STAT 830
Problems: Assignment 3
1. Cancelled.
2. Cancelled.
3. Suppose cfw_Xij ; j = 1, . . . , ni ; i = 1, . . . , p are independent N(i , 2 )
random variables. (This is the usual set-up for the one-way layout.)
(a) Find the MLEs for i and .
The log like
STAT 830
Notes on an introduction to inference
Denition: A model is a family cfw_P ; of possible distributions for
some random variable X. (Our data set is X, so X will generally be a big
vector or matrix or even more complicated object.)
We will assume
STAT 830
Independence, conditional distributions and
modelling
When analyzing data statisticians need to specify a statistical model for
the data. That is, we regard the data as random variables and specify possible joint distributions for the data. Somet
STAT 830
Convergence in Distribution
In the previous chapter I showed you examples in which we worked out
precisely the distribution of some statistics. Usually this is not possible.
Instead we are reduced to approximation. One method, nowadays likely
the
0.0.1
Comparing modes of convergence
Think about a sequence Xn and a possible limit X:
Xn converges in distribution to X depends only on the marginal distributions of individual Xn and X.
Convergence in probability and pth mean depends only on the seque
Denition: A level condence set for a parameter () is a random subset,
C, of the set of possible values of such that for each
P () C)
Condence sets are very closely connected with hypothesis tests:
From condence sets to tests
Suppose C is a level = 1 con
STAT 830
Bayesian Point Estimation
In this section I will focus on the problem of estimation of a 1 dimensional parameter, . Earlier we discussed comparing estimators in terms of
Mean Squared Error. In the language of decision theory Mean Squared Error
co
STAT 830
Decision Theory and Bayesian Methods
Example: Decide between 4 modes of transportation to work:
B = Ride my bike.
C = Take the car.
T = Use public transit.
H = Stay home.
Costs depend on weather: R = Rain or S = Sun.
Ingredients of Decision P
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Intuition about convergences
I want to contrast two statements:
1. X and Y are close together.
2. X and Y have similar distributions.
The truth of the rst statement depends on the joint distribution of X
and Y . On the other hand, the truth of the s
STAT 830
Hypothesis Testing
Hypothesis testing is a statistical problem where you must choose, on the
basis of data X, between two alternatives. We formalize this as the problem
of choosing between two hypotheses: Ho : 0 or H1 : 1 where 0
and 1 are a part
STAT 830
Statistics versus Probability
I want to begin this course by discussing the dierence between Probability Theory and Statistics. Statisticians use the tools of Probability but
reason from eects to causes rather than from causes to eects. I want to
The ideas of the previous sections can be used to prove the basic sampling
theory results for the normal family. Here is the theorem which describes the
distribution theory of the most important statistics.
Theorem 1 Suppose X1 , . . . , Xn are independen
STAT 830
Problems: Assignment 4
1. From the text page 147 # 6.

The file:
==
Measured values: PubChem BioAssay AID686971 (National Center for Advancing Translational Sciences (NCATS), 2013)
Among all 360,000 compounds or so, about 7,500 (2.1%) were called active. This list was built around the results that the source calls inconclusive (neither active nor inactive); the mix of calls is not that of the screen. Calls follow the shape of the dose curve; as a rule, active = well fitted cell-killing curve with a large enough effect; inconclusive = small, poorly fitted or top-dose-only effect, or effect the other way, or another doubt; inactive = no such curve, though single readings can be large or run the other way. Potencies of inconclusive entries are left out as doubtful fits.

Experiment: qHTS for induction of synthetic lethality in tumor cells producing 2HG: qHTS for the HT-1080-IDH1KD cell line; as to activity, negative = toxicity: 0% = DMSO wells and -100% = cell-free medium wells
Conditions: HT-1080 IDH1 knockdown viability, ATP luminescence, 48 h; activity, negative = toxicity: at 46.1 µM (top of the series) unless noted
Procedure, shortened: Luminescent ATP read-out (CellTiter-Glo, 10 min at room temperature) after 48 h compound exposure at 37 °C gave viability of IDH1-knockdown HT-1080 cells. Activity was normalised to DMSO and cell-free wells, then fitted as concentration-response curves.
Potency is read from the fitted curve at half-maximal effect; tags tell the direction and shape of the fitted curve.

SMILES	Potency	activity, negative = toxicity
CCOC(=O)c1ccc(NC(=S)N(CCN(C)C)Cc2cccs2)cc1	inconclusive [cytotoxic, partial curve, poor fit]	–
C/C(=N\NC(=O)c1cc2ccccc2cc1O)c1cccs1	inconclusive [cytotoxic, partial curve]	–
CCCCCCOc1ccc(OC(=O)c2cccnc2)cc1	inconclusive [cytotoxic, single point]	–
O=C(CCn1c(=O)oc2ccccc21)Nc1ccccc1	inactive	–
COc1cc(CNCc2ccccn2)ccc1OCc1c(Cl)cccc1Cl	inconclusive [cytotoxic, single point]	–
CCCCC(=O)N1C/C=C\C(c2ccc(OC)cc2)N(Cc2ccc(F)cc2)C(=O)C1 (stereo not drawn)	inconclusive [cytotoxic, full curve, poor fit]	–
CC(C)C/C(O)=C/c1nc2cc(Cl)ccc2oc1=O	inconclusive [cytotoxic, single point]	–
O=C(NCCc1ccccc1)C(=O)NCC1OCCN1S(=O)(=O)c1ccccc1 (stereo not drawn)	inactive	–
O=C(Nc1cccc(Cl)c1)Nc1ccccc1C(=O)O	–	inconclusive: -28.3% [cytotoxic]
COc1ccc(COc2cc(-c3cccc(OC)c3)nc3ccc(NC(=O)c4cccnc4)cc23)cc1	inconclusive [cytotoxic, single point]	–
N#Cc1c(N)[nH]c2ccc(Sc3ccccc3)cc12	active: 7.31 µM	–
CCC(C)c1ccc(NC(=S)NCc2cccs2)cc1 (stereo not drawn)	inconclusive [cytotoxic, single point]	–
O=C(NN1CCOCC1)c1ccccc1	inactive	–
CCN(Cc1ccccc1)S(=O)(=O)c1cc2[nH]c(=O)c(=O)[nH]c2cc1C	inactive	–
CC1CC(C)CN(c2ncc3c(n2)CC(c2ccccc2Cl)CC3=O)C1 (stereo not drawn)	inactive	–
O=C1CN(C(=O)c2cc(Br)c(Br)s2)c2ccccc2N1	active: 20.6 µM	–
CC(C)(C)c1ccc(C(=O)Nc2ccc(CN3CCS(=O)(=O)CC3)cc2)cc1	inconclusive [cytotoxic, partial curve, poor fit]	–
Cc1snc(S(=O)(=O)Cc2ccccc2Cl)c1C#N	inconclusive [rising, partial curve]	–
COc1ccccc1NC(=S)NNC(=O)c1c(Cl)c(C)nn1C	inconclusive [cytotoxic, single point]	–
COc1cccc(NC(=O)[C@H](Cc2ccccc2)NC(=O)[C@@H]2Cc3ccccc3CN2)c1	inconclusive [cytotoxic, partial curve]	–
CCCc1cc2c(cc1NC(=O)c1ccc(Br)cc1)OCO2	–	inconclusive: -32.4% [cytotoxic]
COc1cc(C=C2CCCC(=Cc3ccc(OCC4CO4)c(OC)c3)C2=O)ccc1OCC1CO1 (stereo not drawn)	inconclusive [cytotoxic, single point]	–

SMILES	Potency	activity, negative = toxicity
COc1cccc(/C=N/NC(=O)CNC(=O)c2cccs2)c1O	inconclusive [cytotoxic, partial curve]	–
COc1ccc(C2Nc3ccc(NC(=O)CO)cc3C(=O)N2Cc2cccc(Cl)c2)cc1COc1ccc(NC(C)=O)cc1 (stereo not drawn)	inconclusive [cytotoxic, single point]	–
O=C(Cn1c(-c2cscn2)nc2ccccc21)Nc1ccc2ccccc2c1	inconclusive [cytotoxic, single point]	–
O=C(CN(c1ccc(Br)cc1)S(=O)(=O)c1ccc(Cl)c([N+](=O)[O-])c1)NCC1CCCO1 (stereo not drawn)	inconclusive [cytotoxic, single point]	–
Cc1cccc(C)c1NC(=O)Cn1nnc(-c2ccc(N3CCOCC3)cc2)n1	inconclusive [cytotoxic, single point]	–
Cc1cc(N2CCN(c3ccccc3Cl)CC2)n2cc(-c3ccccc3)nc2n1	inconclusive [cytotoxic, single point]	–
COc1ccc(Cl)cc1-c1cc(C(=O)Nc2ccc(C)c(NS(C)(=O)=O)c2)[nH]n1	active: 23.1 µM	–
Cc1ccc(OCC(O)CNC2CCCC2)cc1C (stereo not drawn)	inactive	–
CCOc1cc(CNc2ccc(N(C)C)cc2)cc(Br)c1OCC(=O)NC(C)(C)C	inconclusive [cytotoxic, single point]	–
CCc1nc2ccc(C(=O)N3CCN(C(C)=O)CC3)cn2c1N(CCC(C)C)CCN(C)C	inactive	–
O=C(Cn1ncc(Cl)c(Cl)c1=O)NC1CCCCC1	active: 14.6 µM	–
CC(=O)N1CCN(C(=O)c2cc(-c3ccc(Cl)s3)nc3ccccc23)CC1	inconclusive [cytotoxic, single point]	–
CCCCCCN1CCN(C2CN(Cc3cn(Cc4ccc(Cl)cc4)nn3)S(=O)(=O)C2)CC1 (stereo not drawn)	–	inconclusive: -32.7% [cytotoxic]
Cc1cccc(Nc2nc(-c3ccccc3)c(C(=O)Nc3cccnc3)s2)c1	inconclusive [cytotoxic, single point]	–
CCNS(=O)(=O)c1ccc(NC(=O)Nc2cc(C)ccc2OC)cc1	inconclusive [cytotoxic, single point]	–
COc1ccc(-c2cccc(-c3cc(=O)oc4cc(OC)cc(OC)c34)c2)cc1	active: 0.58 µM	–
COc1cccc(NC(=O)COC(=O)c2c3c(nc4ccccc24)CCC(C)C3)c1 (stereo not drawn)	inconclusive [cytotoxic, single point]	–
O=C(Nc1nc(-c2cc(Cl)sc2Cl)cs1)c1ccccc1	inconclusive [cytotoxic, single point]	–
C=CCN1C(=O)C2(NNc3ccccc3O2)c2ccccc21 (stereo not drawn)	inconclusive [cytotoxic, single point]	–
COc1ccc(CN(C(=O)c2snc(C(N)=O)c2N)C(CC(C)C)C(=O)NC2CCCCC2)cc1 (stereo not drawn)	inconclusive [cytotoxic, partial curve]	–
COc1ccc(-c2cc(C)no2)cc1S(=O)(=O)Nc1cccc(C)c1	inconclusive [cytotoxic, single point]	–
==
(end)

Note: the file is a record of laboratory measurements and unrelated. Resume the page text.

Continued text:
The parameter of interest is
= P (X > 0) = P (X > ) = P (N(0, 1) < ) = ()
so the mle is
= (X).
The estimated standard error is
| |/ n = (X)/ n.
Averages converge to their expected values and
STAT 830
Likelihood Methods of Inference
Imagine we toss a coin 6 times and get Heads twice. Let p be the probability of getting H on an individual toss and suppose the tosses are independent.
Then the probability of getting exactly 2 heads is
15p2 (1 p)4
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Moment Generating Functions
There are many uses of generating functions in mathematics. We often study
the properties of a sequence an of numbers by creating the function
an s n
n=0
In statistics the most commonly used generating functions are the p
Likelihood Ratio tests
For general composite hypotheses optimality theory is not usually successful in producing an optimal test. instead we look for heuristics to guide
our choices. The simplest approach is to consider the likelihood ratio
f1 (X)
f0 (X)
STAT 830
The Multivariate Normal Distribution
In this section I present the basics of the multivariate normal distribution as
an example to illustrate our distribution theory ideas.
Denition: A random variable Z R1 has a standard normal distribution
(we w
STAT 830
Large Sample Theory
We can study the approximate behaviour of by studying the function U .
Notice rst that U is a sum of independent random variables and remember
the law of large numbers:
Theorem 1 If Y1 , Y2 , . . . are iid with mean then
Yi
n
STAT 830
The basics of nonparametric models
The Empirical Distribution Function EDF
The most common interpretation of probability is that the probability of
an event is the long run relative frequency of that event when the basic
experiment is repeated ov
STAT 830
Probability Theory
In this section I want to dene the basic objects. I am going to give full
precise denitions and make lists of various properties even prove some
things rigorously but then I am going to give examples. In dierent versions of thi
The basic problem of distribution is to compute the distribution of statistics when the data come from some model. You start with assumptions about
the density f or the cumulative distribution function F of some random vector X = (X1 , . . . , Xp ); typic
STAT 830
Expectation and Moments
I begin by reviewing the usual undergraduate denitions of expected
value. For absolutely continuous random variables X we usually say:
Denition: If X has density f then
Ecfw_g(X) =
g(x)f (x) dx .
For discrete random variab